It has been two weeks plus, but my friends in Philadelphia are still glowing. I am too. As a native of the Philly region, I was exctactic to see the Eagles topple the favored Patriots. The Eagles’ victory shines the spotlight on their team culture, a culture that is led by men who are explicit about their Christian faith. So, after some disclaimers, I’ll share how the Eagles are role models for all of us on the job. As a bonus, this post will end with a translation service for one of the terms victorious Christian athletes frequently use. First, the fine print.
CONFESSIONS AND CAVEATS
- Easier for Winners. This is easier to write after the results of the game! We love the narrative of winning. Especially when the victors are the underdogs. I cannot promise you that if you follow the spiritual practices of the Eagles, you’ll be the equivalent to a world champion in your field. Yet these practices make the journey better whether you win or lose on a given day. I’d like to think I’d have written his anyway. We’ll never know!
- Not Good vs. Evil. I don’t want to be construed as supporting a “good-guys against the bad-guys” oversimplification. Cure-Auto, an insurance company that advertised during the game, took care of that. In all seriousness, I doubt very much that God rates teams on some spiritual scale and then decides who wins. There is good and evil in each team member and in each organization, and in the NFL just like every other industry.
- Temporary Shine? The Eagles could lose their shine. The picture I have of the various team members and their faith is limited. I only write about what I know. And what I know is that the team who won the Superbowl has a number of players who are all about pursuing their faith while at work in the NFL. I’m sure they are not perfect people—no one is. Future revelations of flaws or inconsistencies notwithstanding, their role model is compelling.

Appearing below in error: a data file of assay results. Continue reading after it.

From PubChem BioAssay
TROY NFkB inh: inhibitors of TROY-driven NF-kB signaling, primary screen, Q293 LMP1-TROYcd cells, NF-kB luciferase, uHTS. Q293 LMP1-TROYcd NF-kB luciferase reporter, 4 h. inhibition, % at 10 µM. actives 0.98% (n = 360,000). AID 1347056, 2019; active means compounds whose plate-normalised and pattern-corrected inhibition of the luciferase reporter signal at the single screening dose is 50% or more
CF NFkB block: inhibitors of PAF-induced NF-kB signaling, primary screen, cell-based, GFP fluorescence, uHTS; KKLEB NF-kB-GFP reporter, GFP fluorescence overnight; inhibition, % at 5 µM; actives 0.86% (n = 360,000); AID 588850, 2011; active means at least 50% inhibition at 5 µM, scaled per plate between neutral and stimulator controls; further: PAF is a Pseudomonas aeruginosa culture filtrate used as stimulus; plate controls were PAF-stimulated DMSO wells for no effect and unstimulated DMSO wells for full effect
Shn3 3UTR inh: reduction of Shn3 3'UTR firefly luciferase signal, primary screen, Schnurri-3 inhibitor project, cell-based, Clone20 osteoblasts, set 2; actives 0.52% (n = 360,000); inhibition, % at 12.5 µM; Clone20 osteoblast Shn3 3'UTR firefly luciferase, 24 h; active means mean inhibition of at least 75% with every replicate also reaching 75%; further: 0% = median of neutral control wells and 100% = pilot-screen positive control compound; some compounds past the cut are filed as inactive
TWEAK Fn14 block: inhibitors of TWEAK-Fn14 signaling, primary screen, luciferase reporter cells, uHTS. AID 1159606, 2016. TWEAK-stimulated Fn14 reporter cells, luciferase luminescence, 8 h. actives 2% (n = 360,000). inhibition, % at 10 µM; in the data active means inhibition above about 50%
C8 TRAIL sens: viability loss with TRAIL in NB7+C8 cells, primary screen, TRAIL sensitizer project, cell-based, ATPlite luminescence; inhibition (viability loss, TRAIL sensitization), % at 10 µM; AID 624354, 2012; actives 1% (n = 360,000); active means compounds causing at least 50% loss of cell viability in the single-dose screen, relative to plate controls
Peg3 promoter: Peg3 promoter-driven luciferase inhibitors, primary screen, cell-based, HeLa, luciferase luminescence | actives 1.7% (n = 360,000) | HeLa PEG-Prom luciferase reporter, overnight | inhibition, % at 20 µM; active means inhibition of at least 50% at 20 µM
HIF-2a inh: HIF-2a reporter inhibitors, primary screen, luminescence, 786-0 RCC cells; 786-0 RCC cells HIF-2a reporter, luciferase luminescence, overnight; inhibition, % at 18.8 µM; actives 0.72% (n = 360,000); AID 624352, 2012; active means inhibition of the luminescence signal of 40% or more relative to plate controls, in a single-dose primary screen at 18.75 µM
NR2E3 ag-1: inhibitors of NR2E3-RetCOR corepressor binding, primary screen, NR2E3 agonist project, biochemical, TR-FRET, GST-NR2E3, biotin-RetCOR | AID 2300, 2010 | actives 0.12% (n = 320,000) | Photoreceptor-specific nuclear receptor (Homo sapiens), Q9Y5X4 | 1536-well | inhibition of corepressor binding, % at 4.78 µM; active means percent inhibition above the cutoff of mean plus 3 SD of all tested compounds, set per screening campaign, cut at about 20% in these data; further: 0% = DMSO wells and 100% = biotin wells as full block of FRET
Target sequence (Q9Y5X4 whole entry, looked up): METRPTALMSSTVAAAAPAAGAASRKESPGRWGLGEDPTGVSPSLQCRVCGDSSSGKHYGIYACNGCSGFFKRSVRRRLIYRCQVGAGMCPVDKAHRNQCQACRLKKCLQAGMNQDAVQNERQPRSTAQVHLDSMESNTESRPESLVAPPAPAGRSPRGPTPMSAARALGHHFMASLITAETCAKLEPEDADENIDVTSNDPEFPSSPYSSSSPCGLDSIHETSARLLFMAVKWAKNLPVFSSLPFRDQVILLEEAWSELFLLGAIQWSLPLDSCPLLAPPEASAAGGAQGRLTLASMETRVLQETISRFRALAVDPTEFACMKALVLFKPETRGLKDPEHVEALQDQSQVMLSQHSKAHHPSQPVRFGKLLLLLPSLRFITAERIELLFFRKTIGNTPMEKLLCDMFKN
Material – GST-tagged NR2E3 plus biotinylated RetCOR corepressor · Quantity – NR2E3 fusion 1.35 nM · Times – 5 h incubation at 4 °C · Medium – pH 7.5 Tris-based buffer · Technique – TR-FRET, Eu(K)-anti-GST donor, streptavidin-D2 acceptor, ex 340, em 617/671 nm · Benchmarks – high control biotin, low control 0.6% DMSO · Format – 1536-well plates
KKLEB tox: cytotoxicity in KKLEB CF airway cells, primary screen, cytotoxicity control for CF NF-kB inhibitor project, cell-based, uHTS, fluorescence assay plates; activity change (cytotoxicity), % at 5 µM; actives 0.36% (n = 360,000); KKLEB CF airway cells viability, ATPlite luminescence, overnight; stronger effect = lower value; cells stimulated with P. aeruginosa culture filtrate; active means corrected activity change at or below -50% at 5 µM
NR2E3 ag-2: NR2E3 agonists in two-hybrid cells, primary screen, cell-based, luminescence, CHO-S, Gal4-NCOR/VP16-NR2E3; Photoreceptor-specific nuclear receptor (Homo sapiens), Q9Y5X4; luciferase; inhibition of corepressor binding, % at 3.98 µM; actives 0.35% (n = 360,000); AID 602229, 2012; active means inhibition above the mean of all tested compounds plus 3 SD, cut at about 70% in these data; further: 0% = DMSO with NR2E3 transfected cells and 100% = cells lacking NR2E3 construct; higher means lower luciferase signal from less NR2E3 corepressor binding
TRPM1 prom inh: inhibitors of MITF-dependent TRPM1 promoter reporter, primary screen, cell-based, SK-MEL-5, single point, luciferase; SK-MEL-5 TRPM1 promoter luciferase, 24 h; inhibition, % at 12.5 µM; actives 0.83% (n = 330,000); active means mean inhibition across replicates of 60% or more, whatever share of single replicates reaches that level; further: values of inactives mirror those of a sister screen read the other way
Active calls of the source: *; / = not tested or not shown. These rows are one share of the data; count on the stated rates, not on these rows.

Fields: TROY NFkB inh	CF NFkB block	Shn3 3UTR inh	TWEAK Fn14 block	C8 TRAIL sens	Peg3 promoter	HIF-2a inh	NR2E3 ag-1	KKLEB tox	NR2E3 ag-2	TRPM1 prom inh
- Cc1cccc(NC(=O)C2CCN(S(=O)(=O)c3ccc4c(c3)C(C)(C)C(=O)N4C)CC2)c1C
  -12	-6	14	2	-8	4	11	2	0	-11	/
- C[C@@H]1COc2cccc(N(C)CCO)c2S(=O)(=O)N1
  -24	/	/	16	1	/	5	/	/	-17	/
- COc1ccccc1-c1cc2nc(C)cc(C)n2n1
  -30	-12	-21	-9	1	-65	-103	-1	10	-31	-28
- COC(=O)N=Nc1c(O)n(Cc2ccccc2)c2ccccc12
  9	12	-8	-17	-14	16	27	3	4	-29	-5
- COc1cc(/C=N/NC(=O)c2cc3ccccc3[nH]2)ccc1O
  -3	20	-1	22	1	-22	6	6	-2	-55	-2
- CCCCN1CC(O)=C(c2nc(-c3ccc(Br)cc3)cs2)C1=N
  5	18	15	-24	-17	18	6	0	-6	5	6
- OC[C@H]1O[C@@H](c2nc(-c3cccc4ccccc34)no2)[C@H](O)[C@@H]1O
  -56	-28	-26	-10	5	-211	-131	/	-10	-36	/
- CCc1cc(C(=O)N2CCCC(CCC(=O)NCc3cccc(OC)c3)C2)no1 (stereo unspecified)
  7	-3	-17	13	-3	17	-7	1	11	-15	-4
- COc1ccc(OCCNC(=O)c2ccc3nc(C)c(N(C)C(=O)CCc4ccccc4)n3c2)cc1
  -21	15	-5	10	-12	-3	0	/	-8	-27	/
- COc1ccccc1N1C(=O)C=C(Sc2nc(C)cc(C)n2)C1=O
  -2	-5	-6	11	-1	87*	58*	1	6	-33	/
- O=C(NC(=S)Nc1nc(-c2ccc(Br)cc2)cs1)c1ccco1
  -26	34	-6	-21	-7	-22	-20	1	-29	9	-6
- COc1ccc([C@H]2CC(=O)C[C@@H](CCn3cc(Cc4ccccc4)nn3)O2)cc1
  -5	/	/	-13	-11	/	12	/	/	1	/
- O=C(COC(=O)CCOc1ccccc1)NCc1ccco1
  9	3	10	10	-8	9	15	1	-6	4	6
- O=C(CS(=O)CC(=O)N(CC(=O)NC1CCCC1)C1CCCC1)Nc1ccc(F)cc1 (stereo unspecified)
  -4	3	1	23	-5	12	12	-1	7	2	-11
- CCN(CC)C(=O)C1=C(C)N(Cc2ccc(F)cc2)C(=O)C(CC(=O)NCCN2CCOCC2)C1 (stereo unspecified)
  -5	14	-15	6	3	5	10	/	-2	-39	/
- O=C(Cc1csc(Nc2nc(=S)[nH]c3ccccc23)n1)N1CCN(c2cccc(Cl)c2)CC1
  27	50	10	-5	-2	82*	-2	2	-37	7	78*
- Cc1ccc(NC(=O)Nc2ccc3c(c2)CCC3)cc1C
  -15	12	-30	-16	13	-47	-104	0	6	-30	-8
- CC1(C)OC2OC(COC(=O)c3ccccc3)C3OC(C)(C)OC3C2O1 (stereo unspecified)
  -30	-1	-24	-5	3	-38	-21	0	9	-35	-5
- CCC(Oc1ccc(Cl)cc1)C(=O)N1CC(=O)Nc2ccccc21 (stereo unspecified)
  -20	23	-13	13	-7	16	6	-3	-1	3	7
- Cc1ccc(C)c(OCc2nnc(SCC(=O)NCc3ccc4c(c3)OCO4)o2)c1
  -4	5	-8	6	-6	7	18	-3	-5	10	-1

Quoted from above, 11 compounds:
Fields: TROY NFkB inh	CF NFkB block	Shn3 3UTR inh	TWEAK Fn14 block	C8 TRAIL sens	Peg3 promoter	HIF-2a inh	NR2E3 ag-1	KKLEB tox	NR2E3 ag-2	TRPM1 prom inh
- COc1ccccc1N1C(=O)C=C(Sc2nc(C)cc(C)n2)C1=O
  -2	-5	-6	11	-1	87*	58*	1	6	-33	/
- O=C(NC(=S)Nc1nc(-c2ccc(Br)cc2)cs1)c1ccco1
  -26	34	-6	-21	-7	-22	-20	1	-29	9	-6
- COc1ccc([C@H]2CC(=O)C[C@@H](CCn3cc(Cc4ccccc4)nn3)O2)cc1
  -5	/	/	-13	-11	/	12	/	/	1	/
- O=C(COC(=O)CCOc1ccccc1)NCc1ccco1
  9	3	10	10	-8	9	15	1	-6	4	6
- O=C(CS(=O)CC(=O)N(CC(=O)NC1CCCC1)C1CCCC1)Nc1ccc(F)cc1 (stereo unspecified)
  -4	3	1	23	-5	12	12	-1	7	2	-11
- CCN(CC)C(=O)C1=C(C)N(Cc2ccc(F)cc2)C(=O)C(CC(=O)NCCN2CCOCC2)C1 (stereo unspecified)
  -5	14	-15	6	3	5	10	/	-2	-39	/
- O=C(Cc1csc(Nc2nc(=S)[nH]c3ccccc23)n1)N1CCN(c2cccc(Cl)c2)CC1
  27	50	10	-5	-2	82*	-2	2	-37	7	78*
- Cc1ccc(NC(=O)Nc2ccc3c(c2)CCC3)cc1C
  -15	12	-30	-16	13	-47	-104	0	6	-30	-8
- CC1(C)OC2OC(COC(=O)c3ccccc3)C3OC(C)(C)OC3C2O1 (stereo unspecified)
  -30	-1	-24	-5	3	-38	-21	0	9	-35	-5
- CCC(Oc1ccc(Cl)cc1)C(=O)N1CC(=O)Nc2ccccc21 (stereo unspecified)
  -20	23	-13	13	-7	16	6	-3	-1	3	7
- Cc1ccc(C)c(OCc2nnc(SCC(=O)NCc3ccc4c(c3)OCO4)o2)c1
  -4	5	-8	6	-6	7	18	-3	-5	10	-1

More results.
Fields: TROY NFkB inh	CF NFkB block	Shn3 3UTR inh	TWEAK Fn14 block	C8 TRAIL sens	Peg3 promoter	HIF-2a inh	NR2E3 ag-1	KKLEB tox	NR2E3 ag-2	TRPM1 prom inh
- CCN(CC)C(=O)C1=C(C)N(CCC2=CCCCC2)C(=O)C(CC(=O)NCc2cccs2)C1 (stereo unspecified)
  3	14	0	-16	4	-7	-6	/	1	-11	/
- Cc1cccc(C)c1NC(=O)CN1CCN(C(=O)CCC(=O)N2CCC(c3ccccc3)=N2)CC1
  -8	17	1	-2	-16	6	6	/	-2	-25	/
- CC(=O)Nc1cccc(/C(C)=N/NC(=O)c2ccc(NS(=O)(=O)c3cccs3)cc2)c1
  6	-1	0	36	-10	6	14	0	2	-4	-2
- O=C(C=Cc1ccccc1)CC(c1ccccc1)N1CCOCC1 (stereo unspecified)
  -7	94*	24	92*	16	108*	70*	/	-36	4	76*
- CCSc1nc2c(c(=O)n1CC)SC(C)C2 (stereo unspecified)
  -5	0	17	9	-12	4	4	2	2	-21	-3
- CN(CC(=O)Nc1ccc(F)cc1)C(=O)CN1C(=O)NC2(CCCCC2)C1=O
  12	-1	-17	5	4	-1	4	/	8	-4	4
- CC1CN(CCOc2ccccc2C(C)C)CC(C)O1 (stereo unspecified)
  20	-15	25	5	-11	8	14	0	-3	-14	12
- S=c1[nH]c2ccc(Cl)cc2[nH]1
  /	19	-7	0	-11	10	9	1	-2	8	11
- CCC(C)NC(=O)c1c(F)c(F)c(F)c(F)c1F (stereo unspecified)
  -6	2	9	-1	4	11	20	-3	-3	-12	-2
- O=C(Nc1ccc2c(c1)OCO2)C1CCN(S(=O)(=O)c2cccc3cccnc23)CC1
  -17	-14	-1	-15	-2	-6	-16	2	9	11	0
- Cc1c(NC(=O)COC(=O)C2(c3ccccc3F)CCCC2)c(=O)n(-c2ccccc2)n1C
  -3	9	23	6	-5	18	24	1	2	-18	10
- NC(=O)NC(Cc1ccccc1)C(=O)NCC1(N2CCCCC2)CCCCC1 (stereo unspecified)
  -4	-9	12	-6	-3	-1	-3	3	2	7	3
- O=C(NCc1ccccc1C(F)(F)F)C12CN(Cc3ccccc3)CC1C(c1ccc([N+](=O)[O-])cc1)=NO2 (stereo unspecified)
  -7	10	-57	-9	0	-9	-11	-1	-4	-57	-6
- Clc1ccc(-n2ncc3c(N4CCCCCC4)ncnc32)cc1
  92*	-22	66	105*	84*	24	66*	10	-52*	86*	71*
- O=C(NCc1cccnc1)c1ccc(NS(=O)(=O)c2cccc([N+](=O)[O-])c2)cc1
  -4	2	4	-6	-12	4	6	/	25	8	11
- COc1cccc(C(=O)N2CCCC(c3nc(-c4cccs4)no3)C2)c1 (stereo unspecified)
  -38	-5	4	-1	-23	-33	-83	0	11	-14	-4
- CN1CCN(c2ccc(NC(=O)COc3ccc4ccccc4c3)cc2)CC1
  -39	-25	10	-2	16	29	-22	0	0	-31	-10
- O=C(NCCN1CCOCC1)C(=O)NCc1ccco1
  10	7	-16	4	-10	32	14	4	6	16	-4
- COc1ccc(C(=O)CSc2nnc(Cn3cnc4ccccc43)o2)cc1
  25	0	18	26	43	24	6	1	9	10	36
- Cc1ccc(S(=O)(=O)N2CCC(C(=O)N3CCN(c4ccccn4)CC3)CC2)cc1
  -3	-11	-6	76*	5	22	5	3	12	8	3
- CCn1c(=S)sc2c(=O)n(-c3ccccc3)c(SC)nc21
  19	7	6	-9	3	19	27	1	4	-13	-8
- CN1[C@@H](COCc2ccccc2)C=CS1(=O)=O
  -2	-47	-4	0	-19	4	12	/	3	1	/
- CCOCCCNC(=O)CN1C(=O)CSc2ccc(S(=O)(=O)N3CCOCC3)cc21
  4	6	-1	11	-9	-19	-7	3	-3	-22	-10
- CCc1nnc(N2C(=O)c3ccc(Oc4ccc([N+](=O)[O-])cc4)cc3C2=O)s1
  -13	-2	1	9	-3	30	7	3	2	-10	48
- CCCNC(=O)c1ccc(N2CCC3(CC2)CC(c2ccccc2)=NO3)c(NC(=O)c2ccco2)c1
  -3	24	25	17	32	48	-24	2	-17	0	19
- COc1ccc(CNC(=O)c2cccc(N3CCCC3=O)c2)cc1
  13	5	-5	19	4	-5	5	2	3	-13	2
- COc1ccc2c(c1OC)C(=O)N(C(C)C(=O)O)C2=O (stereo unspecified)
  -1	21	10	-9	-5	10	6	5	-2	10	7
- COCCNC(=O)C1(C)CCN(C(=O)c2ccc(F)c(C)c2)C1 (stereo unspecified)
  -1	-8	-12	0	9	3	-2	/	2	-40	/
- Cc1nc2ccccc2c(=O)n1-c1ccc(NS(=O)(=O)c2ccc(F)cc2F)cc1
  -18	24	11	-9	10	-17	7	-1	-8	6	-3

AT THE CENTER OF THE EAGLES’ CULTURE
At the center of the Eagles’ culture are players who have a genuine faith. Their head coach, Doug Pederson, both their quarterbacks Wentz and Foles, and a number of others openly speak about their faith in Christ and their commitment to Him. They seek to follow that faith in the way they treat each other, the way they play the game, and the way they talk to the camera. This video highlights some of faith dynamics for a significant number of the team.
PRACTICES TO EMULATE
The Eagles demonstrate four practices that you can emulate as you go about your workday.
- Community: Professional football players have a strange schedule. Many of them work in and for a city in which they do not live. They work almost every Sunday from August through December. They travel a lot, away from their wives and children. This is a recipe for men to behave badly and get into all sorts of trouble. So the core group of Christians who are part of The Eagles meet 3x a week in some form of spiritually-focused gathering. They are not leaving the basics of Bible study, prayer, and spiritual instruction to happenstance. Instead, they embed it in their rhythm and flow.
Find ways to connect with other Christ-followers during the workweek and work-day. This is a best practice if you want to survive the challenges of work, maintain a thriving faith, and achieve spiritually-centered work performance.
- Humility is the second quality manifested by a number of the Eagles. The stories are not those of hero conquerors but rather men who are awed to be where they are. Quarterback and MVP Nick Foles considered quitting several times in recent seasons. Head coach Doug Pederson, transitioned from coaching high school football seven years ago. Carson Wentz, who led the Eagles for most of the season, continued to cheer and celebrate from the sideline after a season-ending injury. These guys are grateful to be doing what they are doing, amazed even. They give God the credit. And they played like they had nothing to lose. That’s humility.